Money: Need a number? 118 118 runs with the idea it can talk you into using a rival firm: Telecoms: Outrage as phone service tries to persuade callers to connect to a different company it is being paid to push. Miles Brignall reports
(Guardian (UK) Via Acquire Media NewsEdge) If you rang directory inquires to get the telephone number of, for example, your chosen travel agent - paying perhaps pounds 3.50 for the privilege - would you expect it to try and persuade you to switch to a rival travel firm?
It has emerged this week that when call centre staff at market leader 118 118 are asked for a number of a business, they give a sales pitch highlighting "special offers" from rival firms and suggest the caller calls them, instead.
The practice came to light when a caller asked for a travel agent in Uttoxeter, Staffordshire, only to be offered the number of chain outlet the Flight Centre instead.
The caller was trying to contact Journeys a la Carte, which had just been named the winner of the "best travel agent" category in this year's Guardian and Observer Readers' Travel Awards. But rather than handing over the number or offering to put them through, the caller was read the sales pitch for the Flight Centre.
118 118, which is heavily advertised by a pair of moustachioed 70s runners, has since told Guardian Money it is offering this cross-selling of "carefully selected" partners - with the approval of the regulator - across all its services.
Unsurprisingly, the owner of Journeys a la Carte, Margaret May, is distinctly unimpressed. "We work really hard for our reputation, which is why people want to contact us in the first place. It makes me really angry that people are being encouraged to go elsewhere by this firm. It's not right, and I wonder how many other firms know that this is being done?" she says.
Her staff called 118 118 several times, asking for her firm's details and those of other travel agents. In seven out of nine calls the operator tried to get them to speak to the Flight Centre.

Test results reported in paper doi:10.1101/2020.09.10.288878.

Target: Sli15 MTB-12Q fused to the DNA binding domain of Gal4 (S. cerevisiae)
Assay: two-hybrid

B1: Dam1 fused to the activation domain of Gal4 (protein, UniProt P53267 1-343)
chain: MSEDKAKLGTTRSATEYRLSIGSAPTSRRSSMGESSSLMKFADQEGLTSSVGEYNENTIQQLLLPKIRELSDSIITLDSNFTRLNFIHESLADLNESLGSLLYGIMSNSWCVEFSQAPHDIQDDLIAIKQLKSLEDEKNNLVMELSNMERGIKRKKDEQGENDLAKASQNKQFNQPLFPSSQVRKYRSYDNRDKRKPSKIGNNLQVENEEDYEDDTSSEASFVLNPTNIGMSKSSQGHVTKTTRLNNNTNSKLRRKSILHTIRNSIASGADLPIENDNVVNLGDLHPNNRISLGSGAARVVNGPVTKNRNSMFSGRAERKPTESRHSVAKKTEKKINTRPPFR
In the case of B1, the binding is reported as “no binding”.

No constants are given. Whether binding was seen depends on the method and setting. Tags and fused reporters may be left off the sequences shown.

When Money called we were given the same sales pitch: "We have a special offer from another travel company, the Flight Centre, who are offering free flights if they cannot beat the price you are given. Would you like their number or to be connected?" We were asked twice, although the original requested number was eventually handed over.
A spokesman for 118 118 robustly defended the decision to start cross-selling services, and suggested it was partly because the firms on its database had paid nothing to be there.
"118 118 operates ethically and fairly on behalf of callers and businesses, and additional offers that may be made during a call are wholly compliant with the code of practice set out by PhonepayPlus, which regulates all premium rate telephone services. The caller is always, without exception, offered the choice of the number of the listing they called for. We recognise the idea of directory enquiries giving additional information and offers is relatively new. We are pleased to report it is proving its value, offering the prospect of savings and additional choices for callers, and new trade for businesses," he says.
With increasing use of the internet and smartphones, calls to directory inquiry services have fallen - partly because it is so expensive. One minute to 118 118 from a landline costs pounds 3.58; extra minutes are a further pounds 1.99. If you agree to be put through it is pounds 2 a minute for the duration of the call.
PhonepayPlus says: "The decision to provide further information to the customer is in the hands of the provider, but this should be done appropriately so that the caller can reject any alternative and receive the information they requested without undue delay. If a caller feels that they have been unreasonably delayed, then they should contact us."
Fit for purpose? The familar 118 118 runners appear in a series of adverts for the market leading directory enquiries line
(c) 2013 Guardian Newspapers Limited.
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